The Government have amended the regulations to remove references to shares, but they still retain the requirement to comply with general accounting principles, which means that acquisition accounting will continue to apply. Has the Consultative Committee of Accounting Bodies produced a new standard of recommended practice to deal with that issue, and is the Minister confident that the provision will not cause the problem to which I referred?
On schedule 1, will the Minister explain why section 257 of the Companies Act 1985 has been omitted from the LLP rules? That section gives the Secretary of State the power to alter the accounting requirements for companies, so it seems odd that the same provision does not apply to LLPs. Will the Minister explain why not?
With regard to the profit and loss format set out in the Companies Act 1985, it has been commented that references to taxation should be omitted from the LLP regime because the taxation of LLPs is a matter for the personal liability of its members rather than the LLP itself. The Government's response was that taxation was included to allow for when an LLP prepares consolidated accounts and has subsidiaries with tax liabilities. Can the Minister confirm that in no circumstances will the LLP be required to include in its accounts the tax liabilities of its members, even where those tax liabilities relate to the member's income from the LLP?
The consultation document published in December stated on disclosure of members' earnings that a definition of remuneration would be included at the end of paragraph 56(a). Will the Minister confirm that that has been done and tell us on which page in the regulations that paragraph has been printed?
During debate on the Limited Liability Partnerships Bill, I raised the issue of annuities paid by a partnership on a gratuity basis to retired former partners, but only when profits permit it. Applying company law accounting principles to LLPs would require such annuities to be capitalised. The resultant liabilities could render many LLPs insolvent. How has that issue has been tackled?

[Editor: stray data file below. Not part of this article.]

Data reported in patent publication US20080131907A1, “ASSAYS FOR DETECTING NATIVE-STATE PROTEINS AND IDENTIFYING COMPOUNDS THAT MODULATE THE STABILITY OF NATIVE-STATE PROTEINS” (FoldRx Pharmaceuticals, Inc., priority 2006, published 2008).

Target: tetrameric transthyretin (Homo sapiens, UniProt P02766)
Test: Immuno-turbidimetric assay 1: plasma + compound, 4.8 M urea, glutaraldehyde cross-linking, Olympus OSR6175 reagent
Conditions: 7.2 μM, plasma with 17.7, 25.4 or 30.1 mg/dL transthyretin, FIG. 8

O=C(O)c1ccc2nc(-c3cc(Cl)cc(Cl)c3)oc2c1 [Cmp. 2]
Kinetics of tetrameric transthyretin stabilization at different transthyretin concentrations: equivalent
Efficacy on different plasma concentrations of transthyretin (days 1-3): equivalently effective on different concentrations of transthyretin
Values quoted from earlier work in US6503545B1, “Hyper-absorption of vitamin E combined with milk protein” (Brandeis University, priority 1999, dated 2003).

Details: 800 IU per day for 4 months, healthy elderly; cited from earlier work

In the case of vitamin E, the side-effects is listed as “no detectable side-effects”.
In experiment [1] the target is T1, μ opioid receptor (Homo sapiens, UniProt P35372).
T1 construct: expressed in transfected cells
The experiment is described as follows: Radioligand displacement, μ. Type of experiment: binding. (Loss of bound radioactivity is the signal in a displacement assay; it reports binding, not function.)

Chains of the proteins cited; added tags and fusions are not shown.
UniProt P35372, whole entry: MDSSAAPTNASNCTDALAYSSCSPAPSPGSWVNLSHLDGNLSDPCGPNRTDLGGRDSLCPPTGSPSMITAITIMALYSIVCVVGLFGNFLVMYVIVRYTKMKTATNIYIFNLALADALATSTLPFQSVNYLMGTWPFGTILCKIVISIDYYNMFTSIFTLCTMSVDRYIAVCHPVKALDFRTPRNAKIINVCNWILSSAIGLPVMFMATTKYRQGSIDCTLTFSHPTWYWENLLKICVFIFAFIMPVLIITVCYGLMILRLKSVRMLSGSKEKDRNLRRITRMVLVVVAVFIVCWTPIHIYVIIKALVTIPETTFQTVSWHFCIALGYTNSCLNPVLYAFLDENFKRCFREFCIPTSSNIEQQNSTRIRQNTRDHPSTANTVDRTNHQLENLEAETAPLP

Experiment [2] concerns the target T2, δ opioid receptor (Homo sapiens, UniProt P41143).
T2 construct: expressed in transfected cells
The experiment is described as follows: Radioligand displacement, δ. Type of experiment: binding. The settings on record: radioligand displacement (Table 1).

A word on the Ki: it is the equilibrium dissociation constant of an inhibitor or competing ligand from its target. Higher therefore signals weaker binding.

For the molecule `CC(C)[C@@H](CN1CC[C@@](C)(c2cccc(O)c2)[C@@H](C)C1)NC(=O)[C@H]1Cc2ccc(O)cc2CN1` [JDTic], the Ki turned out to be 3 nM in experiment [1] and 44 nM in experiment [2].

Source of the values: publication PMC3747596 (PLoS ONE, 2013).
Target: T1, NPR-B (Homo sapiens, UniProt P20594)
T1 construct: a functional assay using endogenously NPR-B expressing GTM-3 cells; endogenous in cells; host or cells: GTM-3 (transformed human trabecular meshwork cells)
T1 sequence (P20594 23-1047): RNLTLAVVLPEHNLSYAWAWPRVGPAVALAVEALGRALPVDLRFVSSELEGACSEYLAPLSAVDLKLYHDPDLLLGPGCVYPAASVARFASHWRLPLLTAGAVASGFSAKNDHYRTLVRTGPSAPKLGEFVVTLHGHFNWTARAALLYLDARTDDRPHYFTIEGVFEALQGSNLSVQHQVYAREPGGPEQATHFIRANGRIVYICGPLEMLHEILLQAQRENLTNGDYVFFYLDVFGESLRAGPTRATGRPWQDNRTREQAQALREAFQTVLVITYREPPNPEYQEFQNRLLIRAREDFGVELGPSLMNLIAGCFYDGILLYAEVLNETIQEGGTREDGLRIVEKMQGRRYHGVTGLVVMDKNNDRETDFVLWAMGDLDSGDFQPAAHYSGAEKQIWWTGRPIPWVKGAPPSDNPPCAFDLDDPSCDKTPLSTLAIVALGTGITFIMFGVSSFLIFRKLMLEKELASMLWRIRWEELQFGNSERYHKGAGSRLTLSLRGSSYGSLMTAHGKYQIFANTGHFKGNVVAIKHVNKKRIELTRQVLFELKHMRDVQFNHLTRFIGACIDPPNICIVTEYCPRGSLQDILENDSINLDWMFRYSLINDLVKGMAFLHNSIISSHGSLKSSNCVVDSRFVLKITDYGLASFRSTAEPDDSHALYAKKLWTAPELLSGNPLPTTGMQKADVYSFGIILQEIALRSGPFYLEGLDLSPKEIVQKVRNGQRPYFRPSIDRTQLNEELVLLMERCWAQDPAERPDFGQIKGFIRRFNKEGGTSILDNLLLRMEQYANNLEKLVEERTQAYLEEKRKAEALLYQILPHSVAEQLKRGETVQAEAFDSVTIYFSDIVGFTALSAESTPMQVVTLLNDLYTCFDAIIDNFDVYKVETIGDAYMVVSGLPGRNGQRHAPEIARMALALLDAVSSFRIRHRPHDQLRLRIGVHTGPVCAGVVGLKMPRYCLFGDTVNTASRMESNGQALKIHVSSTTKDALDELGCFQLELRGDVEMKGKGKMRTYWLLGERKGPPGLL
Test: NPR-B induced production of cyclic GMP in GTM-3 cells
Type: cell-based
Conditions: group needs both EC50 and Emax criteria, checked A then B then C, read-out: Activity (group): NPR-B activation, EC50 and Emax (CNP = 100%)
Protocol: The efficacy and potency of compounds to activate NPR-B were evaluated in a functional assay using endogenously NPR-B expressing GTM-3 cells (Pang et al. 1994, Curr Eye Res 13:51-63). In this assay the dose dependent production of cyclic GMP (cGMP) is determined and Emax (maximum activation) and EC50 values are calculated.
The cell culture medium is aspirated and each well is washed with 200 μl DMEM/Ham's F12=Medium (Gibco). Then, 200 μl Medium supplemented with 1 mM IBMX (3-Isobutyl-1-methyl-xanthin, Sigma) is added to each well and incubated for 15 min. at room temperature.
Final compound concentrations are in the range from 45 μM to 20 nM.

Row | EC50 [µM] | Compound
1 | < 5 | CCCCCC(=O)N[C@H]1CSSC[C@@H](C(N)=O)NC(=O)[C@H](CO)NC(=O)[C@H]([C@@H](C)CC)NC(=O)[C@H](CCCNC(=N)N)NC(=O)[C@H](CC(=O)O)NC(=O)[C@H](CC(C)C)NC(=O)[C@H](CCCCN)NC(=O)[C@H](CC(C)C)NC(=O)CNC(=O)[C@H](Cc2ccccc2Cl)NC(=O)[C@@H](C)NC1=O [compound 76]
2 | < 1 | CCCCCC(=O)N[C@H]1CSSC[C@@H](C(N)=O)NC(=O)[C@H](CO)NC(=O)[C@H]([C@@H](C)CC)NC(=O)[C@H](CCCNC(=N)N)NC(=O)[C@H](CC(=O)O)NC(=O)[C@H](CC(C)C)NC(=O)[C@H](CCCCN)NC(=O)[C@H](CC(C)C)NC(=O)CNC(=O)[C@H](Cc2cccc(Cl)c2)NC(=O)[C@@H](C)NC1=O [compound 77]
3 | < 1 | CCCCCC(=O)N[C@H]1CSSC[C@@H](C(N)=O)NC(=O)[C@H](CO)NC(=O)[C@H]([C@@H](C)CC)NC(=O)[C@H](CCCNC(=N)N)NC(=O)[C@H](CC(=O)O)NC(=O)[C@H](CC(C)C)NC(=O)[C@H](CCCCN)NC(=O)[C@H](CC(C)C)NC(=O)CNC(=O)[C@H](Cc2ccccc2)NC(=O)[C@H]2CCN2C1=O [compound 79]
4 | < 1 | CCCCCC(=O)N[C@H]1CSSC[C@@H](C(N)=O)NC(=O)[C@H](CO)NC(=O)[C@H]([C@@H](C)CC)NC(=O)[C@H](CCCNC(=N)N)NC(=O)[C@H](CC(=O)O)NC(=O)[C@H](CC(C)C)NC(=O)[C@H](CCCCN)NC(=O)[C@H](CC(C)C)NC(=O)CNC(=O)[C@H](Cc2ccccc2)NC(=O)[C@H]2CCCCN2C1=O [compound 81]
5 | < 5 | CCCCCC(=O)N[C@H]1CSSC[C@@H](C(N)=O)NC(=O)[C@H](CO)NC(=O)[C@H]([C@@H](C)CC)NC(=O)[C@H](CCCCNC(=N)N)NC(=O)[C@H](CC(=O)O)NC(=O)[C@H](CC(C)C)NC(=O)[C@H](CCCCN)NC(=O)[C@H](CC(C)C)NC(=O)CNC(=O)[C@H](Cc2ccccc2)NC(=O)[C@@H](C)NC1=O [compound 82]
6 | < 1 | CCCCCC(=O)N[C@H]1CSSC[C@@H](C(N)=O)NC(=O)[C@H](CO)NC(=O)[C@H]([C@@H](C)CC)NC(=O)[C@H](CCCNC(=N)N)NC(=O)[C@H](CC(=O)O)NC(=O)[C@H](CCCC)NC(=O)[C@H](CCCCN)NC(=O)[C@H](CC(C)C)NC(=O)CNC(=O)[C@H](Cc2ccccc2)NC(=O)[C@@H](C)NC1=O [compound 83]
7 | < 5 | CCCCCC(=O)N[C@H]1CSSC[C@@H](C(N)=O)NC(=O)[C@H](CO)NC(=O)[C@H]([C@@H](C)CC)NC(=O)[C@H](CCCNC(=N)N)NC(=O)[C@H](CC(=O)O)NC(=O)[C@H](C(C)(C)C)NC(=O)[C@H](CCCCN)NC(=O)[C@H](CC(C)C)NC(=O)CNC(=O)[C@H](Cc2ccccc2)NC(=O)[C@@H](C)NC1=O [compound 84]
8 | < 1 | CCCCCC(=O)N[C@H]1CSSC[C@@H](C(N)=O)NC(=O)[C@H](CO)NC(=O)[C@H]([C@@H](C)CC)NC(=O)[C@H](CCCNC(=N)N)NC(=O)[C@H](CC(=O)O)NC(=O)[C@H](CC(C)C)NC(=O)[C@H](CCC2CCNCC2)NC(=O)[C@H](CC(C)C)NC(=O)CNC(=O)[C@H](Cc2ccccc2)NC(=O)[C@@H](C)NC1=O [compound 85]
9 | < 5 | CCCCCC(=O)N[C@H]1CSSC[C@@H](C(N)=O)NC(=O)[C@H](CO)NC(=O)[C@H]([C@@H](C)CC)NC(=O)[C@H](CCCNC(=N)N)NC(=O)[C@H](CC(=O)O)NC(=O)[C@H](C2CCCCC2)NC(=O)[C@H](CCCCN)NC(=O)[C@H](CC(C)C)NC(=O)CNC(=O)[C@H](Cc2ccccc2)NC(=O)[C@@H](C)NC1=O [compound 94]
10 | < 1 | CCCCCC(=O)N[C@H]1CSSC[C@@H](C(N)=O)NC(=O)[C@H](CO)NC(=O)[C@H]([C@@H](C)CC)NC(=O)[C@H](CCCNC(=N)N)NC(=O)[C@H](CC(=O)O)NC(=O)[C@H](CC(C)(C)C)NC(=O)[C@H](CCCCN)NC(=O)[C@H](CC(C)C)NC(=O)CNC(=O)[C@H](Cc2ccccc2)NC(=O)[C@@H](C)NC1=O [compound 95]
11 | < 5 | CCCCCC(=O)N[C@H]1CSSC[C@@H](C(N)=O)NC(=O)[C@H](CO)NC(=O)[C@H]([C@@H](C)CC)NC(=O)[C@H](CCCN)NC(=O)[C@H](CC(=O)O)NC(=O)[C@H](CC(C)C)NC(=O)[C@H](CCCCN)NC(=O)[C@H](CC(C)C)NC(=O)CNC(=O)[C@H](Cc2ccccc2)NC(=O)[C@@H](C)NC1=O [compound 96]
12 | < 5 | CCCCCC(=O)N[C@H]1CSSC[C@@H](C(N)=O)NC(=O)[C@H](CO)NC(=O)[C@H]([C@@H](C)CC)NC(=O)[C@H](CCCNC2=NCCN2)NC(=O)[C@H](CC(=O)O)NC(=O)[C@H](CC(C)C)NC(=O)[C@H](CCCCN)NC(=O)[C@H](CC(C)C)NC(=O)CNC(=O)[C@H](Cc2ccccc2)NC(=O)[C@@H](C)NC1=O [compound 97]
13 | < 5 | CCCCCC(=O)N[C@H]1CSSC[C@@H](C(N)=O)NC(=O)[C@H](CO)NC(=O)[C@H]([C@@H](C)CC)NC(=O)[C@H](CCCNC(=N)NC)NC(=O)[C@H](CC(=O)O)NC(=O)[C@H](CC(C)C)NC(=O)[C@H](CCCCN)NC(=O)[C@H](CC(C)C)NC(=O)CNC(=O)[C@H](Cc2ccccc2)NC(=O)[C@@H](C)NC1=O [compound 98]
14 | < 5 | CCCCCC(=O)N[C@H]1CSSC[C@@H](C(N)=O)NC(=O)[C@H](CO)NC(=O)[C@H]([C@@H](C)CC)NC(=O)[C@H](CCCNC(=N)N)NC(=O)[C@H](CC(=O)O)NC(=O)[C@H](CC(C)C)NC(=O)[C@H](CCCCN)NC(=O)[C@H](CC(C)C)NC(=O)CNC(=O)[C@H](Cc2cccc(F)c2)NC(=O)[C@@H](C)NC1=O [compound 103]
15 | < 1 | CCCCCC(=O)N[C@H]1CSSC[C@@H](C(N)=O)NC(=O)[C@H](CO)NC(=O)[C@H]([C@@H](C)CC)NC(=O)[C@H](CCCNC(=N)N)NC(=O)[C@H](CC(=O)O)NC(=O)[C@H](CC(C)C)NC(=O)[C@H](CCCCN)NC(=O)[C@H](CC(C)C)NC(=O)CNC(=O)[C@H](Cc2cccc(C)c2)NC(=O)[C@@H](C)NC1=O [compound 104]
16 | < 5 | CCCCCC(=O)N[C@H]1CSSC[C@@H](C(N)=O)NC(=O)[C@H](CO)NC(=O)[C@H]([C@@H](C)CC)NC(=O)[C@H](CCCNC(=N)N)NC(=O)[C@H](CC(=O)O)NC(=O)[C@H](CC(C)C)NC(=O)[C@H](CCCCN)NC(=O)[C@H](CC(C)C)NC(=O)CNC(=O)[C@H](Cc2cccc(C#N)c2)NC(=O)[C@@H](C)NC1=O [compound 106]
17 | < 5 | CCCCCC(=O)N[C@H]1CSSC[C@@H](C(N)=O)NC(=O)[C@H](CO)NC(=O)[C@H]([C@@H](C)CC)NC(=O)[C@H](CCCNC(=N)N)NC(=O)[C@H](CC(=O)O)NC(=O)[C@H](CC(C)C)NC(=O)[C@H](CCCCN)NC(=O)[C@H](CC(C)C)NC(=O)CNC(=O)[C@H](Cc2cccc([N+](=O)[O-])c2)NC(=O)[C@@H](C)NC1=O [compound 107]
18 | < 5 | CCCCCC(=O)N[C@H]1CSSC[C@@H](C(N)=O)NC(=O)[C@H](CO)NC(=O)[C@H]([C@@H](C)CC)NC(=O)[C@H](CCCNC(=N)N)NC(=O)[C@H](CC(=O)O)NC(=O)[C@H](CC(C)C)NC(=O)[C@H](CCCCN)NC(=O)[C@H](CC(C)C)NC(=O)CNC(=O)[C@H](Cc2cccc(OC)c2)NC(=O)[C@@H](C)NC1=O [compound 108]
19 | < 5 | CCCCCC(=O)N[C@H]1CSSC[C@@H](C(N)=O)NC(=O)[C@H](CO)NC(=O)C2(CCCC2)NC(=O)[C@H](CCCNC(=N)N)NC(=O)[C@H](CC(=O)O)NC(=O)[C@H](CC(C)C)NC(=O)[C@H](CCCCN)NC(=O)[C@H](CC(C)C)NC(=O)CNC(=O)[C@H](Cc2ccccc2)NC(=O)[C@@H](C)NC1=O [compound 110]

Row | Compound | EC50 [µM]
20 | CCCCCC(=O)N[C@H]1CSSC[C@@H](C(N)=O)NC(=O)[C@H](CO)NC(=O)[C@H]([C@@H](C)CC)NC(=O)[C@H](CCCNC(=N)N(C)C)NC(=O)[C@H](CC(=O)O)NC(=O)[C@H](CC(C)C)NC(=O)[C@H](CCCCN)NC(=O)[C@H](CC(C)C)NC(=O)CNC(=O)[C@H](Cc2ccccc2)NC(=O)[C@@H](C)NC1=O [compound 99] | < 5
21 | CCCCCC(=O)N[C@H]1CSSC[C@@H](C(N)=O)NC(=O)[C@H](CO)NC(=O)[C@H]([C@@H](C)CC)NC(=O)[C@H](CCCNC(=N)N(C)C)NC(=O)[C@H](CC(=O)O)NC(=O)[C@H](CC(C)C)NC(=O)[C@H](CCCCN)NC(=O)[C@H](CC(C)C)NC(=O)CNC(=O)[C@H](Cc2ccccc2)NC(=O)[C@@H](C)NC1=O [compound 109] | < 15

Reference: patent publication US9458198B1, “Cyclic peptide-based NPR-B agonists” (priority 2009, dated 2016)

I have some concerns about the fees regulations, because it is not simply a matter of a misprinted figure in the statutory instrument. The fees charged for LLPs are considerably higher than those for companies. For example, the fee for incorporation is £20, compared with an initial fee to register an LLP of £95. The fee for a company's annual return is £15, compared with £35 for an LLP, and a change of name is £10 for a company and £12 for an LLP. I understand the concept of economies of scale and the rules about a trading entity recovering its costs. However, the question of how accounting units are separated within Companies House is a matter of discretion. No specific guidelines say what an accounting unit is and what it is not. I see no reason why Companies House cannot regard annual filing and initial registration as one unit, so that the costs can be lumped together and reasonable fees can be charged to members of the public.
The rules that require Companies House to meet its costs and not burden the taxpayer do not allow it simply to burden the taxpayer in some other way, by charging fees that people have no option but to pay. Companies House is expected to control its costs and not simply pass them on to hapless members of the public or hapless businesses that wish to use a particular form of incorporation. Those businesses are hapless because they have no option but to pay the fees. More effort should be made to ensure that there is parity between the fees charged to companies and those charged to LLPs. If Companies House is determined to recover its costs, extra effort should be made to reduce the costs, rather than simply to pass the burden on to businesses. I hope that the Minister will provide satisfactory responses to that point and the queries that I raised on the main regulations.
|©Parliamentary copyright 2001||Prepared 13 March 2001|